Tales from the Certified Hacker: Would you like free WiFi with that, sir?
Free public WiFi: would you throw your wallet into a fire just because it is there? Using free public WiFi is fraught with even worse dangers. While it may be convenient to use a city, airport, shop or fast food restaurant's free WiFi system to catch Pokemons or perform any other action on a mobile device instead of using a Telco plan’s data, beware of hackers.
It is relatively simple to set up a man-in-the-middle attack on unsuspecting free WiFi users (marks). All it takes is a hacker with a small WiFi transceiver configured with the same SSID (Service Set Identifier) as the target free WiFi system, such as ‘shopname’ free WiFi. This WiFi transceiver is connected to a computing device, such as an Android/Linux/Unix/Windows phone or tablet, which is finally connected to the ‘shopname’ free WiFi. The mark/customer connects to the hacker’s WiFi transceiver due to the stronger signal than the free public WiFi transceiver. The connection then goes via the hacker’s device to the correct public free WiFi system, and the mark is none the wiser.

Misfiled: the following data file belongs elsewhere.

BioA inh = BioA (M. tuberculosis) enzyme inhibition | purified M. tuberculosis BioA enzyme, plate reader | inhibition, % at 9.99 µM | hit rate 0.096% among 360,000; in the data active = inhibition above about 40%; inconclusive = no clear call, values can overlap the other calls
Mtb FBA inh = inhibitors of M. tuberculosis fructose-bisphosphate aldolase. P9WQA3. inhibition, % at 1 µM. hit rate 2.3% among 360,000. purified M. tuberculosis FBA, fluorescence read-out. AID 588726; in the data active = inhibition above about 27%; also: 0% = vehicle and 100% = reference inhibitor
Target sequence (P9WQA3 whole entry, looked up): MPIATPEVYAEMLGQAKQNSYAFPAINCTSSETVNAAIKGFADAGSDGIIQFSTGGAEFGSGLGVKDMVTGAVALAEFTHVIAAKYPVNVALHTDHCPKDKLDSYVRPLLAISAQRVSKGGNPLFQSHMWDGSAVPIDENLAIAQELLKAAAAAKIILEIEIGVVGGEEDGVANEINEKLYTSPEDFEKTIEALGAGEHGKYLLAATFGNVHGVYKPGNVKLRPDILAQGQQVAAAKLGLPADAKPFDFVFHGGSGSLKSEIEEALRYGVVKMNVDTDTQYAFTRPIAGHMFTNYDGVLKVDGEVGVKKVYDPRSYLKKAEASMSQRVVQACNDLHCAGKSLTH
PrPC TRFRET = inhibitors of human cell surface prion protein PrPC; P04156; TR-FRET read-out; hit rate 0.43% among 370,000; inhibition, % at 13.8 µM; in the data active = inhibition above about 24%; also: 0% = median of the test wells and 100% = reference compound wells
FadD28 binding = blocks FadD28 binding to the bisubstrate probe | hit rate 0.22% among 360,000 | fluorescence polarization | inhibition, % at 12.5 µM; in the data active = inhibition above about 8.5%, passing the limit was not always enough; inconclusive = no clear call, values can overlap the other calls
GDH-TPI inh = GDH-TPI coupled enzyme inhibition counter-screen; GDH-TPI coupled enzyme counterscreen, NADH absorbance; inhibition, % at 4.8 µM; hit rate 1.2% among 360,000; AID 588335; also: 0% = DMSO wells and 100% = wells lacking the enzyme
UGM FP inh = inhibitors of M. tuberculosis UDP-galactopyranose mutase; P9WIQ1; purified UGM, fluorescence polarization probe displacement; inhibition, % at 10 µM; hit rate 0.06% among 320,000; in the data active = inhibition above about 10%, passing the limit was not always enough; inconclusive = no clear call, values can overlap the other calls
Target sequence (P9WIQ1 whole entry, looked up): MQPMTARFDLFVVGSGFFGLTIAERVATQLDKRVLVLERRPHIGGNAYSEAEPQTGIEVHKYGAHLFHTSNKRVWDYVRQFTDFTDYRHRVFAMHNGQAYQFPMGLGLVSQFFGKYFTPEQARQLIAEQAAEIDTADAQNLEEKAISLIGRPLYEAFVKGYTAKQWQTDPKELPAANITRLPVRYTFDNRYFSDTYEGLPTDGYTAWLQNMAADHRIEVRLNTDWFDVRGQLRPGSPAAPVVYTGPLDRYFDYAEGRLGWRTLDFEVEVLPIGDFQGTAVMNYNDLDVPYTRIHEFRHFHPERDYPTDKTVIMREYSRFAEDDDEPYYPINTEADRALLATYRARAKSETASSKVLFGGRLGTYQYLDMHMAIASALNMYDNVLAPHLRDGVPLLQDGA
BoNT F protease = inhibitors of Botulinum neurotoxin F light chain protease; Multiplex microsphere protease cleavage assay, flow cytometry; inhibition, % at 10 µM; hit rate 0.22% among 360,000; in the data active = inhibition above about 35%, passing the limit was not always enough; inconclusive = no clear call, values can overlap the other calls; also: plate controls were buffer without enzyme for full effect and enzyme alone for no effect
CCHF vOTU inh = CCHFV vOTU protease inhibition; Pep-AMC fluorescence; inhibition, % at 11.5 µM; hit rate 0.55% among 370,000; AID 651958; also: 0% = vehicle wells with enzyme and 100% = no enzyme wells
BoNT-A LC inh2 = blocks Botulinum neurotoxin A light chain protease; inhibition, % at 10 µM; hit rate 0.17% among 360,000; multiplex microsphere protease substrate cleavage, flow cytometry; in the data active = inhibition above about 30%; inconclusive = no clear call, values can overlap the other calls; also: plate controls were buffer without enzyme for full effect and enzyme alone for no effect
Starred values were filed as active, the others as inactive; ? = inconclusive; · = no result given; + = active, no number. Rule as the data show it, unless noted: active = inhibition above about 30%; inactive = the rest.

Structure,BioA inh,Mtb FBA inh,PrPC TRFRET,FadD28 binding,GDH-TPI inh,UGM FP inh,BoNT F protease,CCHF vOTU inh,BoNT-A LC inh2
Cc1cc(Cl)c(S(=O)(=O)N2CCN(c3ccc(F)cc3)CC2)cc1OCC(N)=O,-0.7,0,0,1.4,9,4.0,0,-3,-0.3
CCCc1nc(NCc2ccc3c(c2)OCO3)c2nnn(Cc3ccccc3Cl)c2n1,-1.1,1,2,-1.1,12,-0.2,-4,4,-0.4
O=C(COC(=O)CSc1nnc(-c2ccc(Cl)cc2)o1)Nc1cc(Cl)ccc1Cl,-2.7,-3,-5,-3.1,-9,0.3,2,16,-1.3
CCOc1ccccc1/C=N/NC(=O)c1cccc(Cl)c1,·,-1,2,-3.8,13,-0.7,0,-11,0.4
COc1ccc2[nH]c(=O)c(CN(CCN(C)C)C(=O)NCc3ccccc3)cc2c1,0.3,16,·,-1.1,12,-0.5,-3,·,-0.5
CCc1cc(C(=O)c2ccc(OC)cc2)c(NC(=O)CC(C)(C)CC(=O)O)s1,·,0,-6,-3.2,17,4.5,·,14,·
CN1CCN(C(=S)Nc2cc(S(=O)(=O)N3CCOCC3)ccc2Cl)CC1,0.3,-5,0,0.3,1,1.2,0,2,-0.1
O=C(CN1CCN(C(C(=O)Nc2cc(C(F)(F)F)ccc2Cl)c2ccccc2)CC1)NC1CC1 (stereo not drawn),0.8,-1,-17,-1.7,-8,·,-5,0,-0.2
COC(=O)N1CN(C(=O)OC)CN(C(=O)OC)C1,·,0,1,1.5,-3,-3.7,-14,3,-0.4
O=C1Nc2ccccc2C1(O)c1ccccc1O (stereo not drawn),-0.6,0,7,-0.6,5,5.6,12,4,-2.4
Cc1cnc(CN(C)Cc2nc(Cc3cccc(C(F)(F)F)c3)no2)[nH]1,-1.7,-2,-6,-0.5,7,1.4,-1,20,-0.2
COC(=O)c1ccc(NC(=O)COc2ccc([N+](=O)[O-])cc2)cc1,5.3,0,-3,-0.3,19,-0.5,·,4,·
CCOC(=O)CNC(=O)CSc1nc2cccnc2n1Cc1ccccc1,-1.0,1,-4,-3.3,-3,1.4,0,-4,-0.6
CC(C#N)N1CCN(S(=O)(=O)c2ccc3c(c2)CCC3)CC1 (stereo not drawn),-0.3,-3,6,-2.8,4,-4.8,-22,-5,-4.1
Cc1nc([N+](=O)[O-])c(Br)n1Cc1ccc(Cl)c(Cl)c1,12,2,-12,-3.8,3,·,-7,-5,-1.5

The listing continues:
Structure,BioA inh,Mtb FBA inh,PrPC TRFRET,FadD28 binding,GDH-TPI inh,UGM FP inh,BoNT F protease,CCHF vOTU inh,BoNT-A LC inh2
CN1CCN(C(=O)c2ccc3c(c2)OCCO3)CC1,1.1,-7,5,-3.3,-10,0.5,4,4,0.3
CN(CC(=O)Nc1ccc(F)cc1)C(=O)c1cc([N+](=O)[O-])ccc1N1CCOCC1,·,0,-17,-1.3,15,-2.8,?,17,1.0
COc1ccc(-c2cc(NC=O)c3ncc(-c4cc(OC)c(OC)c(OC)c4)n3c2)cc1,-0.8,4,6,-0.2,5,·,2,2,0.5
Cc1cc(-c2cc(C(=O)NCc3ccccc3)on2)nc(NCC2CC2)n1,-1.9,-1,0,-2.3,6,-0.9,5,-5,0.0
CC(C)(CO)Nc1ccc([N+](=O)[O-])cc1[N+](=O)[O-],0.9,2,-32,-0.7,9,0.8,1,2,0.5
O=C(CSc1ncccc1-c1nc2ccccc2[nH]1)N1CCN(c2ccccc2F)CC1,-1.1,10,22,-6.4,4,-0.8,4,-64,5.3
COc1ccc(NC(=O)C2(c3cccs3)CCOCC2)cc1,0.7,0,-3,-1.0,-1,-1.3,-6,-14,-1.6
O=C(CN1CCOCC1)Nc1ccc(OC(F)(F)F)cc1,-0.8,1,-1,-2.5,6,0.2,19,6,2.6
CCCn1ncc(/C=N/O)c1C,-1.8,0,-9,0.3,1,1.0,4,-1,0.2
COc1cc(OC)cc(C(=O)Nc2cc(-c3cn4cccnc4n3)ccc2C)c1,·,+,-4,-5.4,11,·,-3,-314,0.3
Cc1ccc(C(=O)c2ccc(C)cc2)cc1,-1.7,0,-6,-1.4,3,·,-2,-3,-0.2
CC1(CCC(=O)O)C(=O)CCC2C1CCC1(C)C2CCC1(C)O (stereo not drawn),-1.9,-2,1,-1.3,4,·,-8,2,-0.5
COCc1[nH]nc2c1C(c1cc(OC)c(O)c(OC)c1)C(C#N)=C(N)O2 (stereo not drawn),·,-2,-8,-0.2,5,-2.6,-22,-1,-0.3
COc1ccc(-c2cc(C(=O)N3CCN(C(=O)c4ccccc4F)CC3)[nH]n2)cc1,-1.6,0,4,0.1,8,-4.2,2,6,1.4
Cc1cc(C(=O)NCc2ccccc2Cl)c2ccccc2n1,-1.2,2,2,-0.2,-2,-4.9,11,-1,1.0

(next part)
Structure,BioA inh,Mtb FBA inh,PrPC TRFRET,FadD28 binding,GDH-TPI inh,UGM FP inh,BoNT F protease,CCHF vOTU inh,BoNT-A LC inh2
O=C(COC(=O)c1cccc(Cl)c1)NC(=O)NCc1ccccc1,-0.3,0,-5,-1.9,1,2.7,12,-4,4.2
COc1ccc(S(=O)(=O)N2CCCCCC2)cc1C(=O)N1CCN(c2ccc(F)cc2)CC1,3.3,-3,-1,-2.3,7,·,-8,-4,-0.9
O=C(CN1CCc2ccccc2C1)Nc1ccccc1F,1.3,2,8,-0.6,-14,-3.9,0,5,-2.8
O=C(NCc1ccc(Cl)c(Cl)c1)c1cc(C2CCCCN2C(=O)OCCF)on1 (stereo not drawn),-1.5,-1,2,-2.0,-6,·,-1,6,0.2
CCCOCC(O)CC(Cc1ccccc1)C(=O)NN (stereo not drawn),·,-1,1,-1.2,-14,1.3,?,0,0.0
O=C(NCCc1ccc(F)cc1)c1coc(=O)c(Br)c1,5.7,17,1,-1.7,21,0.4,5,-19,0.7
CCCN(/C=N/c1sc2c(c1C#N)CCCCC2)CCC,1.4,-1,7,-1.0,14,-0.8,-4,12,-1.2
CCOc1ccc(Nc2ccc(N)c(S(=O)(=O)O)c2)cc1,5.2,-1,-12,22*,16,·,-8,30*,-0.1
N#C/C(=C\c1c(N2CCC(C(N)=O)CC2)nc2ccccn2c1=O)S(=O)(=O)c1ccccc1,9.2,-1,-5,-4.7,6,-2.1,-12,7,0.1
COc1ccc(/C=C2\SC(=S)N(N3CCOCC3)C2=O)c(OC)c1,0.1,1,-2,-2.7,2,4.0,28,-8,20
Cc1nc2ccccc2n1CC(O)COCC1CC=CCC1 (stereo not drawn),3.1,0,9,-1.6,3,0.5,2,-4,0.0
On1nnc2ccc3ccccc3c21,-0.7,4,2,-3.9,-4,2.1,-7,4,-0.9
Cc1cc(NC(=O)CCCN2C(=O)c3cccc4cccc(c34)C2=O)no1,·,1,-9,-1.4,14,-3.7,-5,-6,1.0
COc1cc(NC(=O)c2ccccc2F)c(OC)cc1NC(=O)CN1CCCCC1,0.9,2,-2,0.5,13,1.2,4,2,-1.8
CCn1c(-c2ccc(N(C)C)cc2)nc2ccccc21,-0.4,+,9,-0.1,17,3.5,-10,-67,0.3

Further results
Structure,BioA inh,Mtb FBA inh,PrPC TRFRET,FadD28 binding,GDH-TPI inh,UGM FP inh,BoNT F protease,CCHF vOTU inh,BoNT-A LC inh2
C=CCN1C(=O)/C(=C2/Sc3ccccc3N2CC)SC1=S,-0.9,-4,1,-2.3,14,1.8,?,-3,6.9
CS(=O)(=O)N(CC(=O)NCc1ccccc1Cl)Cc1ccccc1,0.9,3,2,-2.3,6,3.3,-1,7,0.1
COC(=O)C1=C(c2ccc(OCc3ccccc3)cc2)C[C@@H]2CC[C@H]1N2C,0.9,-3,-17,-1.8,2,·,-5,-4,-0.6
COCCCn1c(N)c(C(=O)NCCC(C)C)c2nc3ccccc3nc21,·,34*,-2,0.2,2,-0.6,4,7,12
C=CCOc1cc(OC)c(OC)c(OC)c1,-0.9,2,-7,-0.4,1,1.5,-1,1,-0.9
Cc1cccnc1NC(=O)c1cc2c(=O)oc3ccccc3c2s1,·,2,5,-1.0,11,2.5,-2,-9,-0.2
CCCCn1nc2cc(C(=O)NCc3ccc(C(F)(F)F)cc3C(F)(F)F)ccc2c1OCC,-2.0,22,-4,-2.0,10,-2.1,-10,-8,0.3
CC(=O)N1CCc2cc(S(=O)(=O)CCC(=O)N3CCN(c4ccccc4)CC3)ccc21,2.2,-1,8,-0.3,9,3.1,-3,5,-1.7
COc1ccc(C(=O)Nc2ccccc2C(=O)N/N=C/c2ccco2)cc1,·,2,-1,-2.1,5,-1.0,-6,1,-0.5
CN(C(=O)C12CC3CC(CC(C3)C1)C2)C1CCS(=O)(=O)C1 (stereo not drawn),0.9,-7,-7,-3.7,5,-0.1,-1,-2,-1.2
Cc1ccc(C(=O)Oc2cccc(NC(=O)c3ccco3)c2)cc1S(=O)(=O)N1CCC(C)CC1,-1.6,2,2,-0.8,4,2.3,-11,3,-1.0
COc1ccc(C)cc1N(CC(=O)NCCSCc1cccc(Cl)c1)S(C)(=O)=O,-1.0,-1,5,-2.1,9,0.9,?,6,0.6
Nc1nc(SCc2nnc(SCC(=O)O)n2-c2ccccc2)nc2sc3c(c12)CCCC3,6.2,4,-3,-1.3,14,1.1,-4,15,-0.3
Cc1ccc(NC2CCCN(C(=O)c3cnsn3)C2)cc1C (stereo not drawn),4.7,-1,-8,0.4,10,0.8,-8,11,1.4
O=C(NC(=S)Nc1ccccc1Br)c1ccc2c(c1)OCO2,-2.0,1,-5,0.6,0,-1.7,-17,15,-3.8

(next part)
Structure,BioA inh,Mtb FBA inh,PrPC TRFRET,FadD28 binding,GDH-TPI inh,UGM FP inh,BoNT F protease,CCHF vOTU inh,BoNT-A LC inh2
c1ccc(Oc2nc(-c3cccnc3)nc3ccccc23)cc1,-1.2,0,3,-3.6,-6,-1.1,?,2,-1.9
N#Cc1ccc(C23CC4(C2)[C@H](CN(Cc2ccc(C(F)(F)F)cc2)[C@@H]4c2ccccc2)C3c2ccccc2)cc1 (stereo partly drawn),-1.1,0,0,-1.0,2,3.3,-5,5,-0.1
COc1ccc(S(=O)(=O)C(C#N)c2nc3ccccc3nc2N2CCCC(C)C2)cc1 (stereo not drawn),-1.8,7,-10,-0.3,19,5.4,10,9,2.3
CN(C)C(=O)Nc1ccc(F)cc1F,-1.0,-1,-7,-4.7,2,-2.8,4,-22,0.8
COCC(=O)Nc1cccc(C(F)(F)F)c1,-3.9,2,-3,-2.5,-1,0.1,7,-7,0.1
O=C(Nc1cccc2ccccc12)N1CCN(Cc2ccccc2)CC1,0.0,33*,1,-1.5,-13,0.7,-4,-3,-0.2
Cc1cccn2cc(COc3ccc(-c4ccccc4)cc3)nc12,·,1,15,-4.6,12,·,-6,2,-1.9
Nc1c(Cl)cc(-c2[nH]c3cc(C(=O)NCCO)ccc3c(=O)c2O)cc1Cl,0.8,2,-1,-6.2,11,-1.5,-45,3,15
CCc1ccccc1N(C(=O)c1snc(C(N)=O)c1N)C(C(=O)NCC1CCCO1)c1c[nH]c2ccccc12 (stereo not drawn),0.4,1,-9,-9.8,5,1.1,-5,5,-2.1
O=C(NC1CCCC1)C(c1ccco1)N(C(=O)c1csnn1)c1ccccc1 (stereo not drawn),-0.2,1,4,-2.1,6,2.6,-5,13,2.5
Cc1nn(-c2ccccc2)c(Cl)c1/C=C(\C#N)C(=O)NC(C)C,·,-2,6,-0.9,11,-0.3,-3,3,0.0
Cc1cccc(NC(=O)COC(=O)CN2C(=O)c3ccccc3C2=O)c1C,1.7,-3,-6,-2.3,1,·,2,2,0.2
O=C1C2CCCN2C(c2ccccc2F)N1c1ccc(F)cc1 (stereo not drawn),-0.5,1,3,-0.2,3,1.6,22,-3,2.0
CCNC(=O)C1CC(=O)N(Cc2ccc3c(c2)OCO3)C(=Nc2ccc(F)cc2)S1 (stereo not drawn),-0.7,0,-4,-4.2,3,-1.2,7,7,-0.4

The connection path is: mark’s device -> hacker’s WiFi -> hacker’s computer/device -> free public WiFi.
This gives the hacker the ability to inspect, capture and change the entire communications between the mark’s device and the endpoint web server bank or email system the mark is connecting to; simply by using packet inspection software such as Wireshark (Windows/Unix/Linux) or Packet Capture (Android).
The end result is that by using public WiFi, the mark is opening the device up to interception, hacking and having trojans, worms, keyloggers or viruses placed on it; obviously without the knowledge of the mark.
Moral of the story? Don’t use public WiFi, regardless of how desperate you are to save the data on your phone or other device. Especially, do not use public WiFi for internet banking.
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